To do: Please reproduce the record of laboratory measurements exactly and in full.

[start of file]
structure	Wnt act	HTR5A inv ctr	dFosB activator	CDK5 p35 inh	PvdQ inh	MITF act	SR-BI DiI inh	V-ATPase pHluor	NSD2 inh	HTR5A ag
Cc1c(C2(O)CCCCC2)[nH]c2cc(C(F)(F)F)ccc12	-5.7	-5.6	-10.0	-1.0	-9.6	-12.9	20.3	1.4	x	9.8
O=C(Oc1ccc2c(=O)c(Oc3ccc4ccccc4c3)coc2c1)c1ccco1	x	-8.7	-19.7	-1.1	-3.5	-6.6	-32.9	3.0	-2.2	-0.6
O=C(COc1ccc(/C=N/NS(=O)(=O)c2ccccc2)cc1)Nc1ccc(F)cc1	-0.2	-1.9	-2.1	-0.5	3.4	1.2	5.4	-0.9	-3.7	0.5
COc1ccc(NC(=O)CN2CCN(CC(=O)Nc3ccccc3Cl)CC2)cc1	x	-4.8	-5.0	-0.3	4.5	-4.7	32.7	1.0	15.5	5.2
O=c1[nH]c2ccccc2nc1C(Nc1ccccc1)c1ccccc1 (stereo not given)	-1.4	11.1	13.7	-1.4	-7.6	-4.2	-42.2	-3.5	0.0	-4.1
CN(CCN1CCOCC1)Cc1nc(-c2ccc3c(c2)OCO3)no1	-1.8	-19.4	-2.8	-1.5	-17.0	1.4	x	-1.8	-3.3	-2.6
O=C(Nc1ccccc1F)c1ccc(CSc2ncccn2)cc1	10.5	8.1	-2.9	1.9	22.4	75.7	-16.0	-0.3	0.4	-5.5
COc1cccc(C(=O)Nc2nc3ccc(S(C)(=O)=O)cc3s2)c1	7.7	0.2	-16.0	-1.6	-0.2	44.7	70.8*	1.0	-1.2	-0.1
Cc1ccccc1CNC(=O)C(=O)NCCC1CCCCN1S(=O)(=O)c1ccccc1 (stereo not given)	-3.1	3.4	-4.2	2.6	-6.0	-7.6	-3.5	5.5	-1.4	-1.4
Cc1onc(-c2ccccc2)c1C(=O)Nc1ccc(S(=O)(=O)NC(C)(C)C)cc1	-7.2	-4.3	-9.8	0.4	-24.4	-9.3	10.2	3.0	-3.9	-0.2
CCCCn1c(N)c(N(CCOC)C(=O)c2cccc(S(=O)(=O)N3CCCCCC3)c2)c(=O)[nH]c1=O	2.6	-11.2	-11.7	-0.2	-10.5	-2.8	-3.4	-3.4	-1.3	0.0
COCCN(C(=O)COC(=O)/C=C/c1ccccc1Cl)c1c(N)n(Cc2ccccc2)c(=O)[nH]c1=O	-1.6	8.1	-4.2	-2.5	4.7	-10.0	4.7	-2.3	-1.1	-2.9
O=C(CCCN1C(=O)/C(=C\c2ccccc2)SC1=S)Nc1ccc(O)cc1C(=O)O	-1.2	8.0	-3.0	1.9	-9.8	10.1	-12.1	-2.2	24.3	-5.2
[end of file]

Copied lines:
structure	Wnt act	HTR5A inv ctr	dFosB activator	CDK5 p35 inh	PvdQ inh	MITF act	SR-BI DiI inh	V-ATPase pHluor	NSD2 inh	HTR5A ag
Cc1c(C2(O)CCCCC2)[nH]c2cc(C(F)(F)F)ccc12	-5.7	-5.6	-10.0	-1.0	-9.6	-12.9	20.3	1.4	x	9.8
O=C(Oc1ccc2c(=O)c(Oc3ccc4ccccc4c3)coc2c1)c1ccco1	x	-8.7	-19.7	-1.1	-3.5	-6.6	-32.9	3.0	-2.2	-0.6
O=C(COc1ccc(/C=N/NS(=O)(=O)c2ccccc2)cc1)Nc1ccc(F)cc1	-0.2	-1.9	-2.1	-0.5	3.4	1.2	5.4	-0.9	-3.7	0.5
COc1ccc(NC(=O)CN2CCN(CC(=O)Nc3ccccc3Cl)CC2)cc1	x	-4.8	-5.0	-0.3	4.5	-4.7	32.7	1.0	15.5	5.2
O=c1[nH]c2ccccc2nc1C(Nc1ccccc1)c1ccccc1 (stereo not given)	-1.4	11.1	13.7	-1.4	-7.6	-4.2	-42.2	-3.5	0.0	-4.1
CN(CCN1CCOCC1)Cc1nc(-c2ccc3c(c2)OCO3)no1	-1.8	-19.4	-2.8	-1.5	-17.0	1.4	x	-1.8	-3.3	-2.6
O=C(Nc1ccccc1F)c1ccc(CSc2ncccn2)cc1	10.5	8.1	-2.9	1.9	22.4	75.7	-16.0	-0.3	0.4	-5.5
COc1cccc(C(=O)Nc2nc3ccc(S(C)(=O)=O)cc3s2)c1	7.7	0.2	-16.0	-1.6	-0.2	44.7	70.8*	1.0	-1.2	-0.1
Cc1ccccc1CNC(=O)C(=O)NCCC1CCCCN1S(=O)(=O)c1ccccc1 (stereo not given)	-3.1	3.4	-4.2	2.6	-6.0	-7.6	-3.5	5.5	-1.4	-1.4
Cc1onc(-c2ccccc2)c1C(=O)Nc1ccc(S(=O)(=O)NC(C)(C)C)cc1	-7.2	-4.3	-9.8	0.4	-24.4	-9.3	10.2	3.0	-3.9	-0.2
CCCCn1c(N)c(N(CCOC)C(=O)c2cccc(S(=O)(=O)N3CCCCCC3)c2)c(=O)[nH]c1=O	2.6	-11.2	-11.7	-0.2	-10.5	-2.8	-3.4	-3.4	-1.3	0.0
COCCN(C(=O)COC(=O)/C=C/c1ccccc1Cl)c1c(N)n(Cc2ccccc2)c(=O)[nH]c1=O	-1.6	8.1	-4.2	-2.5	4.7	-10.0	4.7	-2.3	-1.1	-2.9
O=C(CCCN1C(=O)/C(=C\c2ccccc2)SC1=S)Nc1ccc(O)cc1C(=O)O	-1.2	8.0	-3.0	1.9	-9.8	10.1	-12.1	-2.2	24.3	-5.2